Live Girls Do Elektra

(THEATER) One World Theatre's Kristina Sutherland and Desiree Prewitt take the Greek tale of Elektra and filter it through suburban squalor; think of it as Oresteia meets Ordinary People. Instead of a monolithic chorus, a host of supporting characters (neighboring secretaries and soccer moms) provide snide, gossipy commentary as Elektra acts out her grief by scrubbing the driveway, and Clytemnestra boozes and seduces her lawyer in order to get a restraining order placed on her potentially vengeful son. The result is a smart and funny black comedy that's been touring up and down the Canadian fringe, so it should be cat-fighting trim when it plays at the Oddfellow's Hall for two weeks. BRET FETZER

One World Theatre at the Chamber Theatre, 910 E Pine St, Fourth Floor, 264-1735, Thurs-Sat at 8, $12. Through Feb 10.

Chocolate for Choice

(BENEFIT) Join WA NARAL (the Washington chapter of the National Abortion Rights Action League) in celebrating the 28th Anniversary of Roe v. Wade at its 10th annual Chocolate for Choice contest. The magnificent Dome Room will host the region's top chocolatiers and bakers and their most delectable chocolate creations in a contest where your vote counts. Sample obsessive interpretations of chocolate donated by Cascadia, Sammie Sue's, Macrina Bakery, Flying Fish, Brasa, and Pacific Dessert Co.; vote for the winner of the People's Choice Award; and drink. Watch celebrity judges Dan Savage, Judy Nicastro, Reggie Watts, and Nick Licata, among others, fondle, prod, lick, and otherwise satiate their taste buds with the voluptuously smooth aphrodisiac. Purchase tickets in advance, as this fundraiser is sure to be packed (seeing as our new president has declared war on women's reproductive freedoms, waging his first battle in my uterus--how absurd!). RACHEL KESSLER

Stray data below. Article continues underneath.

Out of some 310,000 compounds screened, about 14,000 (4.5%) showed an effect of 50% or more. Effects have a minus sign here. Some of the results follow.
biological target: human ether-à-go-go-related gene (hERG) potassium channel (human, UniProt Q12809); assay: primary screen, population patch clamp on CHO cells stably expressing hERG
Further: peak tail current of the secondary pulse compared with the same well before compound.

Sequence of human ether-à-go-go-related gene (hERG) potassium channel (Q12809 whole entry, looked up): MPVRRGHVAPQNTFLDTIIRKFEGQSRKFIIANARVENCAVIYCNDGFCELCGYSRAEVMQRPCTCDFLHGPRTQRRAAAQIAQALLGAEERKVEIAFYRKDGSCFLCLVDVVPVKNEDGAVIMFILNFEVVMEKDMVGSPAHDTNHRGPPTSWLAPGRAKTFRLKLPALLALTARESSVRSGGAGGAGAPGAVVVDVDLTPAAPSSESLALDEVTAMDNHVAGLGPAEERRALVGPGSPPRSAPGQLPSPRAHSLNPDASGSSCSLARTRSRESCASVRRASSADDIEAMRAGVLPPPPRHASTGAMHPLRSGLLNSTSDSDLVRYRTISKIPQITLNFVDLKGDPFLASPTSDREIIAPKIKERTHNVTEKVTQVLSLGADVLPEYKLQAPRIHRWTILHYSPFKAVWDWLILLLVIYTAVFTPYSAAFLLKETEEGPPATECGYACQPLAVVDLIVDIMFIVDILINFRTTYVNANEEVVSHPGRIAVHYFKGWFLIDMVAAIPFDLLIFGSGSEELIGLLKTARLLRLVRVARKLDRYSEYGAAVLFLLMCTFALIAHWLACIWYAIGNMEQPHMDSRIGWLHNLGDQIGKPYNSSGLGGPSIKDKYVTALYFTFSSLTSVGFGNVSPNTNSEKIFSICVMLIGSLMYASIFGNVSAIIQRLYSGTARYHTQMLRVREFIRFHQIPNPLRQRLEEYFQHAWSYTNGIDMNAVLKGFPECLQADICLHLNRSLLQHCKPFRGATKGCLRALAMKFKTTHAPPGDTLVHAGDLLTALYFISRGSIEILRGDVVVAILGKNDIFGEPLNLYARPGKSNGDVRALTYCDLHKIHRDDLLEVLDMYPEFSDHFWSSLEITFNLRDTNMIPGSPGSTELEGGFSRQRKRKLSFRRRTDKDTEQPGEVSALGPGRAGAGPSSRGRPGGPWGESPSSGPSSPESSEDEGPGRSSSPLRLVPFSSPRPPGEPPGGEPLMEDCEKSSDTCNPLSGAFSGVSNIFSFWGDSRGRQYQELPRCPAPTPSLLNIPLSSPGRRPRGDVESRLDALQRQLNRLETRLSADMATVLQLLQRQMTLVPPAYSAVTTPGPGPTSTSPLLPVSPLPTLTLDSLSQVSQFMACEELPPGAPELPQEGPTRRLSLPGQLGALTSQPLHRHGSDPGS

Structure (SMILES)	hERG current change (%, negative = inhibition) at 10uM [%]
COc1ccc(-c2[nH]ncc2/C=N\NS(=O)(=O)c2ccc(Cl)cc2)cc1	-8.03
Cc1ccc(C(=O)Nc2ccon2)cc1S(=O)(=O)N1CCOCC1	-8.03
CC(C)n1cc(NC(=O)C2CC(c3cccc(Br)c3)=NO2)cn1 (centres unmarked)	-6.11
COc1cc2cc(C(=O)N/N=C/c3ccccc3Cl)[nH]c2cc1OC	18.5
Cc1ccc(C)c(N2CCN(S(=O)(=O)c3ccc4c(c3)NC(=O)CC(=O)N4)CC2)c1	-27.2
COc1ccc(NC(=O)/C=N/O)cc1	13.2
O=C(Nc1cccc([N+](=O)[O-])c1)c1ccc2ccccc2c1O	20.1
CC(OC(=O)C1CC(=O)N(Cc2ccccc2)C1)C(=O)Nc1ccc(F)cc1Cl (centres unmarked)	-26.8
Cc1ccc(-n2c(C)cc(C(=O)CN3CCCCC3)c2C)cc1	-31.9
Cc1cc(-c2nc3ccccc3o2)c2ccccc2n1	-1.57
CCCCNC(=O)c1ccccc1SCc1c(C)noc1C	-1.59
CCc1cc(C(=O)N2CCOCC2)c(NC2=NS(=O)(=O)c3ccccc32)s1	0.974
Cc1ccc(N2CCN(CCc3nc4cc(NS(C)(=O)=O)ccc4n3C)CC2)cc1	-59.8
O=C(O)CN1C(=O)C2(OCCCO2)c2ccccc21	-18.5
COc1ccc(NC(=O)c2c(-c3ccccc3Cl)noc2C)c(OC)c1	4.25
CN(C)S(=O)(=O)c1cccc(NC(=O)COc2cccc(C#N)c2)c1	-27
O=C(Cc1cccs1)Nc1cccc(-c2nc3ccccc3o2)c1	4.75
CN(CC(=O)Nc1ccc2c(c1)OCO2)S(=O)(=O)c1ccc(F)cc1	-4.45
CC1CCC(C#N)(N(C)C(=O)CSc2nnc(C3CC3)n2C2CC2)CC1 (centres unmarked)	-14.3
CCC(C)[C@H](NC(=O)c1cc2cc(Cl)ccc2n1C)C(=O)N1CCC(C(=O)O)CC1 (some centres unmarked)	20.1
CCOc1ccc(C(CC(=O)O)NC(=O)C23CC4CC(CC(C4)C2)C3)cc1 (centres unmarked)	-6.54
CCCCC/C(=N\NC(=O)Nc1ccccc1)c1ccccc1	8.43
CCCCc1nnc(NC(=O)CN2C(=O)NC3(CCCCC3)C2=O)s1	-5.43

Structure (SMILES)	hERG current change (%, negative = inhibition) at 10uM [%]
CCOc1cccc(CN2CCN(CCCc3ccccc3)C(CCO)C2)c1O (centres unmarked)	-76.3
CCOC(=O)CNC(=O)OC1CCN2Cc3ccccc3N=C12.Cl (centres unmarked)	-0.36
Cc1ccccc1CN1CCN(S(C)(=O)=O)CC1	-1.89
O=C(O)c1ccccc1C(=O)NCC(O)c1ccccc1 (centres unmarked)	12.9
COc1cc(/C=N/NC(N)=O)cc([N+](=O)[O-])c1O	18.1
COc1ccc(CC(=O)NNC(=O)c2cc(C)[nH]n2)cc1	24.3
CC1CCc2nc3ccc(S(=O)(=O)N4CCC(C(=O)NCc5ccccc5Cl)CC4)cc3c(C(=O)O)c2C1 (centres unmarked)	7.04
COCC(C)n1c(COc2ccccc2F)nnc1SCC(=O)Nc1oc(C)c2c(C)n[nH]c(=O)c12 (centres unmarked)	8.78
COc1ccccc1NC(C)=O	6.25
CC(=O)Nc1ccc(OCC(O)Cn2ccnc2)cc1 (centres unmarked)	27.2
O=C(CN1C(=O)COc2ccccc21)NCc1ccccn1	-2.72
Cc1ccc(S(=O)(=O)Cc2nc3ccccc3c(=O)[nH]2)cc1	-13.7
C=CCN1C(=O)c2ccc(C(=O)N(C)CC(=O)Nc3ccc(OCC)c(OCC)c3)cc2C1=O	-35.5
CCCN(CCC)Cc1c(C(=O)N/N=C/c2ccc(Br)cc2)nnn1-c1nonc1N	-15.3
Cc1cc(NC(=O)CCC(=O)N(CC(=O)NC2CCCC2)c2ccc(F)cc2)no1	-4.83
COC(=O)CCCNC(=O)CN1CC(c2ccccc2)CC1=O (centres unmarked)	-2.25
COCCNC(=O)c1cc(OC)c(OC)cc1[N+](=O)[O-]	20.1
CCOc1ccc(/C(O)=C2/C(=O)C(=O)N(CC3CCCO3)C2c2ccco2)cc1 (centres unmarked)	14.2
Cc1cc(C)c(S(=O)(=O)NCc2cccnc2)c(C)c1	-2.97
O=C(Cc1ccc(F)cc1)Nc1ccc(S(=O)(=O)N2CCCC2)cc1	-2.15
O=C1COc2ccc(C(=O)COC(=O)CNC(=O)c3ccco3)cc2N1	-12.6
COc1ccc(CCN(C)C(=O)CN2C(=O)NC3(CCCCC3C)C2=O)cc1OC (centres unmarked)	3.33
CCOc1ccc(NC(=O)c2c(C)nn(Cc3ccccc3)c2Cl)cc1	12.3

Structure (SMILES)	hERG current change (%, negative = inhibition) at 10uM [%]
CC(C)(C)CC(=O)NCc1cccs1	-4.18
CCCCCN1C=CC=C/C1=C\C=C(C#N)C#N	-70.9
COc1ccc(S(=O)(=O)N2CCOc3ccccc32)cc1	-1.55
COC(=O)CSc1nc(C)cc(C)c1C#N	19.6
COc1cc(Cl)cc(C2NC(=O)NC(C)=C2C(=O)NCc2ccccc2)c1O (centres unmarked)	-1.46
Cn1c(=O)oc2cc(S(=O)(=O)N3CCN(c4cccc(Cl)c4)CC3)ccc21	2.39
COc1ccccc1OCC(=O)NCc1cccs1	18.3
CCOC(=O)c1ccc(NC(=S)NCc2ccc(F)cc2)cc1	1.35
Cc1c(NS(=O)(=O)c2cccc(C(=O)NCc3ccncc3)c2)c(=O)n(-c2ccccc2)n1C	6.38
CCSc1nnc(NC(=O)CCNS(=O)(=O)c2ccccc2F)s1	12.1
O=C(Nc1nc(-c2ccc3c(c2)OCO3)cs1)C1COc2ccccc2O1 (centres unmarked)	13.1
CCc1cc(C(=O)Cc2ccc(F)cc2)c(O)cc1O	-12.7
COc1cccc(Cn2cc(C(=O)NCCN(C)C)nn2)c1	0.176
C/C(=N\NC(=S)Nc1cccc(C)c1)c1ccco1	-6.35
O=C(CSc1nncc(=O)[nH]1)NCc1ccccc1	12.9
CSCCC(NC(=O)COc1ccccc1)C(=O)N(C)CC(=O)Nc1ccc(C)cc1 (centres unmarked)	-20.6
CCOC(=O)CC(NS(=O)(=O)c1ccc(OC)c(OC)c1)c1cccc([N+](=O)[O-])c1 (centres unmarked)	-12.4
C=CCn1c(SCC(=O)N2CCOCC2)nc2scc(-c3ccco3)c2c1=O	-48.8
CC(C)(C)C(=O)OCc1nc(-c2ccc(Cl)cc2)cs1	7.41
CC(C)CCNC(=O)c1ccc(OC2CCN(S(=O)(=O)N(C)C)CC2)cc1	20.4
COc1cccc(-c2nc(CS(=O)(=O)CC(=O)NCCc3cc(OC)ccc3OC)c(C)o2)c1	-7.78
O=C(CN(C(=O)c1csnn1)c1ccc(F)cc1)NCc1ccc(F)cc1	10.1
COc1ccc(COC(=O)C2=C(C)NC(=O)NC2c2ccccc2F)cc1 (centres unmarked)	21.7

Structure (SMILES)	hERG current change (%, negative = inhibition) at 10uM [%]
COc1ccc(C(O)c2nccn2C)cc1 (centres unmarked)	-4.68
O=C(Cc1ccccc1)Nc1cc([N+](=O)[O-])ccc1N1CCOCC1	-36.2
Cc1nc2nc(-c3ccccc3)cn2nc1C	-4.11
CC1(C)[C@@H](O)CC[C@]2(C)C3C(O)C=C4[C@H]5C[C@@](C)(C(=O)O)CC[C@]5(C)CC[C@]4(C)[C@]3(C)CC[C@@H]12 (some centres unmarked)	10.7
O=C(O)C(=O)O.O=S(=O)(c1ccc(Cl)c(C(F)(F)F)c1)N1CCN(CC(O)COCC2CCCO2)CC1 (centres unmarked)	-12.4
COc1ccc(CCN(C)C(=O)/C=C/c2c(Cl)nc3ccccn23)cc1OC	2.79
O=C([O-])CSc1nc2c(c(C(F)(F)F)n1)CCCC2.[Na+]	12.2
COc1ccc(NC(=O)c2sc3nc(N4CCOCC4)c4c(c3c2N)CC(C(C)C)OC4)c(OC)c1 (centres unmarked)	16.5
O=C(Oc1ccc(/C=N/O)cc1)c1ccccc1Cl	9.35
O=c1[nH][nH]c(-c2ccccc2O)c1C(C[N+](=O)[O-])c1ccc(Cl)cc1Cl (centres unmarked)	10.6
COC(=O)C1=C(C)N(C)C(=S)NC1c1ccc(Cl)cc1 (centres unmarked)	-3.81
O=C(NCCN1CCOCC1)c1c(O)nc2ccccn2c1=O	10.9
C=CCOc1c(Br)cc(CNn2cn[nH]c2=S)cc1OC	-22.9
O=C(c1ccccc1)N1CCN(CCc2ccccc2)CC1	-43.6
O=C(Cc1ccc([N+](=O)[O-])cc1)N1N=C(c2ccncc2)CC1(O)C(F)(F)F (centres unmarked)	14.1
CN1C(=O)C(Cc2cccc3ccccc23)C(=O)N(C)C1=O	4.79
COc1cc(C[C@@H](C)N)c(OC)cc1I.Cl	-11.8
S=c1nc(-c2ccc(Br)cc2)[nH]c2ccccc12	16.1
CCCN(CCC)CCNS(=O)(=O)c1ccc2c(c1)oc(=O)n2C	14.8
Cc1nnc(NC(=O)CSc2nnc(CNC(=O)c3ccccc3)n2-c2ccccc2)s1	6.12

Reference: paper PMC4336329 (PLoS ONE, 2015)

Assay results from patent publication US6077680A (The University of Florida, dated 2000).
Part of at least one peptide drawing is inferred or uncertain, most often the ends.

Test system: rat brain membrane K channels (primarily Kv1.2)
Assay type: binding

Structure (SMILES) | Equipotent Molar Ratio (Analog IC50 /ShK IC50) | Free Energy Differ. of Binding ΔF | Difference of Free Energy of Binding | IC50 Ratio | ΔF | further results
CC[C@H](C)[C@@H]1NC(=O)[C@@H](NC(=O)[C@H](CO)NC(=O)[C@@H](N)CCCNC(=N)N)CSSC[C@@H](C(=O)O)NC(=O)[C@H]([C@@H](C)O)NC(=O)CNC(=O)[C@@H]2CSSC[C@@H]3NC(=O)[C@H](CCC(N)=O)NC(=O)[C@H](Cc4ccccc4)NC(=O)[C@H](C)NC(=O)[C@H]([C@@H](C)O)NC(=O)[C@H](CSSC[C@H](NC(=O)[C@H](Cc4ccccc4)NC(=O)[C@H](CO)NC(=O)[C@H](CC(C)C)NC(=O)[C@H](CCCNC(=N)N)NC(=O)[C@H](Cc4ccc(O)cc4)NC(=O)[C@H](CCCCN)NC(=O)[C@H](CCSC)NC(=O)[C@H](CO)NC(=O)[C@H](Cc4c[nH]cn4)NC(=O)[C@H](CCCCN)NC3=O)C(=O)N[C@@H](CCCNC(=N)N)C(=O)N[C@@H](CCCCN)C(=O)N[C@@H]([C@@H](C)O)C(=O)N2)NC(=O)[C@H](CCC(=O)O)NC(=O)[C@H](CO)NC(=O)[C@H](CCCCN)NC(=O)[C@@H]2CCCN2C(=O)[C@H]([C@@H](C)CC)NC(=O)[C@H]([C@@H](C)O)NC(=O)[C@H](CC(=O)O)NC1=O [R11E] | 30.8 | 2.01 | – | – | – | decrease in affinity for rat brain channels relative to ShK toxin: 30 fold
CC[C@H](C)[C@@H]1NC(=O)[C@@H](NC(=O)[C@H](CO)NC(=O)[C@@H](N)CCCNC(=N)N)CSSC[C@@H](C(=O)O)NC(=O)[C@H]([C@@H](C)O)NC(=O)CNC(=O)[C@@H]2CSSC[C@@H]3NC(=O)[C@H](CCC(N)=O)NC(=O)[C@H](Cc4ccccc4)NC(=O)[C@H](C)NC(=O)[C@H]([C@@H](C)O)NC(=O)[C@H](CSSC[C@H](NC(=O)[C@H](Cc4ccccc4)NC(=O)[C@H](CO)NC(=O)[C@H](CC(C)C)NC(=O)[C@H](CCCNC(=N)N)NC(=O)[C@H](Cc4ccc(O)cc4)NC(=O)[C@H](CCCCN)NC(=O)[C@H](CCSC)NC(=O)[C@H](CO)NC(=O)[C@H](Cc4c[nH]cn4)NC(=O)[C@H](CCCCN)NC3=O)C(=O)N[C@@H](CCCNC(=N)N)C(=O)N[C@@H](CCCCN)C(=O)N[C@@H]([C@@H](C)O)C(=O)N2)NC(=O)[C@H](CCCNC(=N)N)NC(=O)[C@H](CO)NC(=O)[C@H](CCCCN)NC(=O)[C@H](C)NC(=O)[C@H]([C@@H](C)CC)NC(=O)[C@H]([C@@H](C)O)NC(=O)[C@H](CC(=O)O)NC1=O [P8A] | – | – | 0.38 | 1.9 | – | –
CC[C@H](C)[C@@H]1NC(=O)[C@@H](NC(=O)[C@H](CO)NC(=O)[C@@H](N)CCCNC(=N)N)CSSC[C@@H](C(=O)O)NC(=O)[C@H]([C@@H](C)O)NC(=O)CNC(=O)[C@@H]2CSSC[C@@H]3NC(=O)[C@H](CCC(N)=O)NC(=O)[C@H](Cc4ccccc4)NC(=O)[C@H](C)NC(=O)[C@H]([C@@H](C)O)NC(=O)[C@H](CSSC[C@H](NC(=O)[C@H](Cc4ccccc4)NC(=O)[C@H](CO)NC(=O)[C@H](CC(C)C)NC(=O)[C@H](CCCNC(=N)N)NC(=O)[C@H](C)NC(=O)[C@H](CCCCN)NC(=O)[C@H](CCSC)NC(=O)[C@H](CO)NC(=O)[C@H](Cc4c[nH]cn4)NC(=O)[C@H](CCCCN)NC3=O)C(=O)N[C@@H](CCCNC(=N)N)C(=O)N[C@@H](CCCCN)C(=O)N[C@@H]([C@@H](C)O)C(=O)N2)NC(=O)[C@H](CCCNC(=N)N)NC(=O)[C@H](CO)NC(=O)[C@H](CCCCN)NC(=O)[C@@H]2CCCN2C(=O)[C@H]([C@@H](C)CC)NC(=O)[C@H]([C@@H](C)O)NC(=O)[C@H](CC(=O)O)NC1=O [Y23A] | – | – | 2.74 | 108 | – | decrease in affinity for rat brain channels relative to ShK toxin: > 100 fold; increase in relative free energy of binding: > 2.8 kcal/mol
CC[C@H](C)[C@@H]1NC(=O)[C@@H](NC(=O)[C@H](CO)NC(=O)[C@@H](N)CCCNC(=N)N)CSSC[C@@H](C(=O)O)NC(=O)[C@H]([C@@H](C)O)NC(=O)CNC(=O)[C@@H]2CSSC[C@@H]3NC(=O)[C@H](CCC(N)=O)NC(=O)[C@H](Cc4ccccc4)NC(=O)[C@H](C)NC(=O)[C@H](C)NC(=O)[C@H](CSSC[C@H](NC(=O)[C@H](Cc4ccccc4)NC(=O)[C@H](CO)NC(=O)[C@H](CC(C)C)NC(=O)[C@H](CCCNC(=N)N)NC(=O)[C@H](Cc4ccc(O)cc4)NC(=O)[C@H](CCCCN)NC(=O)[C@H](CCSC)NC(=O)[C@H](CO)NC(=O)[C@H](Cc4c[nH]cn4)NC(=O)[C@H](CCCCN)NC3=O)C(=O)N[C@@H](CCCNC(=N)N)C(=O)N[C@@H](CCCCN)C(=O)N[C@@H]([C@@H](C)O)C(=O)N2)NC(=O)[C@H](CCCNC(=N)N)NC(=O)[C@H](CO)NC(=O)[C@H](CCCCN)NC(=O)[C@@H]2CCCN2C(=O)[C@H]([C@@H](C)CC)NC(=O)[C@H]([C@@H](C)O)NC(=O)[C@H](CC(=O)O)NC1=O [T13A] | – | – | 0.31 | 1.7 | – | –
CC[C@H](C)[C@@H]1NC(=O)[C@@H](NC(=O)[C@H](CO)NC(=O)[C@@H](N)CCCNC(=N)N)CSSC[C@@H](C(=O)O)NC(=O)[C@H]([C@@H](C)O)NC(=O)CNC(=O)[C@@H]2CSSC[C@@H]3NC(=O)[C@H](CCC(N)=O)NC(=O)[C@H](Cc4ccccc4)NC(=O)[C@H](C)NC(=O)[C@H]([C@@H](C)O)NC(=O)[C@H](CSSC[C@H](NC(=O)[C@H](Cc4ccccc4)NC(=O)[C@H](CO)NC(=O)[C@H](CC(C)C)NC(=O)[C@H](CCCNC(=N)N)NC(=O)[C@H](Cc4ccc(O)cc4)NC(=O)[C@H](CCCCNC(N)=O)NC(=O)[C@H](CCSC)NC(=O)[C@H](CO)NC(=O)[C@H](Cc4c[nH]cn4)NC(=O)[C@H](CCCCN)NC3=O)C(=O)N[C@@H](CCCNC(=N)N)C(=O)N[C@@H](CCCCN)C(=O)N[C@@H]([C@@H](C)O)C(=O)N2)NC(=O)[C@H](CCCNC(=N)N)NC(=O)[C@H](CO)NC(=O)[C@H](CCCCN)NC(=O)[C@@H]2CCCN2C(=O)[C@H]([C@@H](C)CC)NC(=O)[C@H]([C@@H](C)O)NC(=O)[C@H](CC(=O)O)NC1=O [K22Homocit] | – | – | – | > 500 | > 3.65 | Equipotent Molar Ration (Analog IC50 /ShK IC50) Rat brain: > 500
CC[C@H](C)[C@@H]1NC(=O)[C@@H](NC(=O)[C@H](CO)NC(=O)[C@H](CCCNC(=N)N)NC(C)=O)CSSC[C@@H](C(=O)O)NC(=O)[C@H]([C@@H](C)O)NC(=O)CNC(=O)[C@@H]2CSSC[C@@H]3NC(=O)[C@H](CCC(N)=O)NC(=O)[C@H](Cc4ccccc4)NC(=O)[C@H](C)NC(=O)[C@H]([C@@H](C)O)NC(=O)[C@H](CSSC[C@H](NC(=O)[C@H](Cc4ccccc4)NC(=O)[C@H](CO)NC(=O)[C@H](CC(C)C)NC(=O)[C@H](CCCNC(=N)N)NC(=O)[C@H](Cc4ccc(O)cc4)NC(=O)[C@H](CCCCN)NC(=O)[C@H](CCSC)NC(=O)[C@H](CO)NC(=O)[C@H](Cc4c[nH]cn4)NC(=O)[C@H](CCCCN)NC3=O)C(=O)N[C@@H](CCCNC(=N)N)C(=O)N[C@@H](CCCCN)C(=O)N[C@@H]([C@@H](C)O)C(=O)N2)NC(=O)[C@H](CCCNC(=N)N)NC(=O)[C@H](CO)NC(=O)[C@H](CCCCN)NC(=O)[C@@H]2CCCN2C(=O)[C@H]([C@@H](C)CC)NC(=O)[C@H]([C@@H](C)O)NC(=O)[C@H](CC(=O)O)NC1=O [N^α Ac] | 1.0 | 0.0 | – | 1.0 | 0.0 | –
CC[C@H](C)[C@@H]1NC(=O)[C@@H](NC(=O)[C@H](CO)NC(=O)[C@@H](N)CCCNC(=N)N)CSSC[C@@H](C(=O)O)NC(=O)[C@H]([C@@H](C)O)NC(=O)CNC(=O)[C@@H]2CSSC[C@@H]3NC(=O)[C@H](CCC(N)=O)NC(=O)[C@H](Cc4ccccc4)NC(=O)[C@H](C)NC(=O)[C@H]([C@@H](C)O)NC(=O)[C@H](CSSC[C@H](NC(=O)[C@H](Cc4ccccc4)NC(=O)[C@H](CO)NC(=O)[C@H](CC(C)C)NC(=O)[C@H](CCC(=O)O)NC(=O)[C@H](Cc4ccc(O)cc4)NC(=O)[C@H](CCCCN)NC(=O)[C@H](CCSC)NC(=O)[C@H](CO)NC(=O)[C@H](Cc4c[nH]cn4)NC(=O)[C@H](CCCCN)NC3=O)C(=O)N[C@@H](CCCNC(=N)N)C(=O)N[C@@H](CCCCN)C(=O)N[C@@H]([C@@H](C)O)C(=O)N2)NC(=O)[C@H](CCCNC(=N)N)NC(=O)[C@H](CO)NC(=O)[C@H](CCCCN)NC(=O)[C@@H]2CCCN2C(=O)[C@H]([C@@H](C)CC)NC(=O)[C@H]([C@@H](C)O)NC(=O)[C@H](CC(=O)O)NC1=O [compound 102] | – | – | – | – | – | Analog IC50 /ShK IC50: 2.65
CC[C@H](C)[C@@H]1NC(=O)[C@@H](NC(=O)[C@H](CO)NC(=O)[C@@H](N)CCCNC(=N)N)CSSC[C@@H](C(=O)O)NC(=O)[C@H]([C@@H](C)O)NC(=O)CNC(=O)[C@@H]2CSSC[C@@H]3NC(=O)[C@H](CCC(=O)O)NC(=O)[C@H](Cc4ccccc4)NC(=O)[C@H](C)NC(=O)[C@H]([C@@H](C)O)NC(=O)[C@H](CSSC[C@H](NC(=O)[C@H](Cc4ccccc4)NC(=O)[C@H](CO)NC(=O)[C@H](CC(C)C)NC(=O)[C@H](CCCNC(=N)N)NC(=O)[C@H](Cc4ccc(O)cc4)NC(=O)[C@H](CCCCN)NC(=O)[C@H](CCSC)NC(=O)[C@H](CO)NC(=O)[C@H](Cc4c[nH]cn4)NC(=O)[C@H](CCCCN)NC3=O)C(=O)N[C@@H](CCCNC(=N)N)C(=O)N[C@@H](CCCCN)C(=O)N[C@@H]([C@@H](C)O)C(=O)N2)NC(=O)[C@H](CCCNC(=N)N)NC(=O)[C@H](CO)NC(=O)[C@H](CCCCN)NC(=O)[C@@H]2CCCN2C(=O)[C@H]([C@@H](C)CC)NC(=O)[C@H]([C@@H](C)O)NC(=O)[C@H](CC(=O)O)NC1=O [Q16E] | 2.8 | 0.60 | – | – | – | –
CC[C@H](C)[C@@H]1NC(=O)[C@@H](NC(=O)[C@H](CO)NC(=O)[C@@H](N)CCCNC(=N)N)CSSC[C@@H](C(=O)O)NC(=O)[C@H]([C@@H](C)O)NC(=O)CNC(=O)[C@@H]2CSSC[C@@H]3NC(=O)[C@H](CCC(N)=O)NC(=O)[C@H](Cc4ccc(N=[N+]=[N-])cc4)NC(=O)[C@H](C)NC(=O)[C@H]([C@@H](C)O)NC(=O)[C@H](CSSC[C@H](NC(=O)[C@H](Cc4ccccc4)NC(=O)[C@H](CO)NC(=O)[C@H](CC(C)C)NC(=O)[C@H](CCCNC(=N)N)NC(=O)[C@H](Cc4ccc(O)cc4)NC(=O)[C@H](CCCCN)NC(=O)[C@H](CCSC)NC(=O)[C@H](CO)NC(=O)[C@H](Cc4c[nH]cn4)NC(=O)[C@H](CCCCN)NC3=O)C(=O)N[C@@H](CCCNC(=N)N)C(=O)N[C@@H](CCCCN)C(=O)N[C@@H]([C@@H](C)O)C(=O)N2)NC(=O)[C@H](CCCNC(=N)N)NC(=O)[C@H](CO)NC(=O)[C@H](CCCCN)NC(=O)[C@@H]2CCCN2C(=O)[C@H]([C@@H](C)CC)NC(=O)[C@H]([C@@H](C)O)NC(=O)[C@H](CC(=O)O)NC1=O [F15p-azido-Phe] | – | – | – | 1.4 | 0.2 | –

Dome Room (in the Arctic Building), 700 Third Ave (at Cherry), 624-1990, 6-8 pm, $35-$100. Tickets available at Bailey-Coy Books, Fremont Place Books, and on the web at

Damien Jurado

(MUSIC) The EMP kicks off its six-week Winter Speakers Series tonight with talented and sensitive local Damien Jurado, whose latest album, the understatedly beautiful Ghost of David, received far less attention than it deserves--though perhaps tonight's unique appearance will help change that. Less a performance than a cozy, interactive affair, each installment of the series will offer audience members the chance to pick the brain of a songwriter (other confirmed participants include Mark Eitzel, Scott McCaughey, and the Posies), as well as experience an intimate performance in the civilized setting of EMP's JBL Theater. Jurado's low-key, somber songs, and gracious, almost self-effacing demeanor should provide the series an excellent start. BARBARA MITCHELL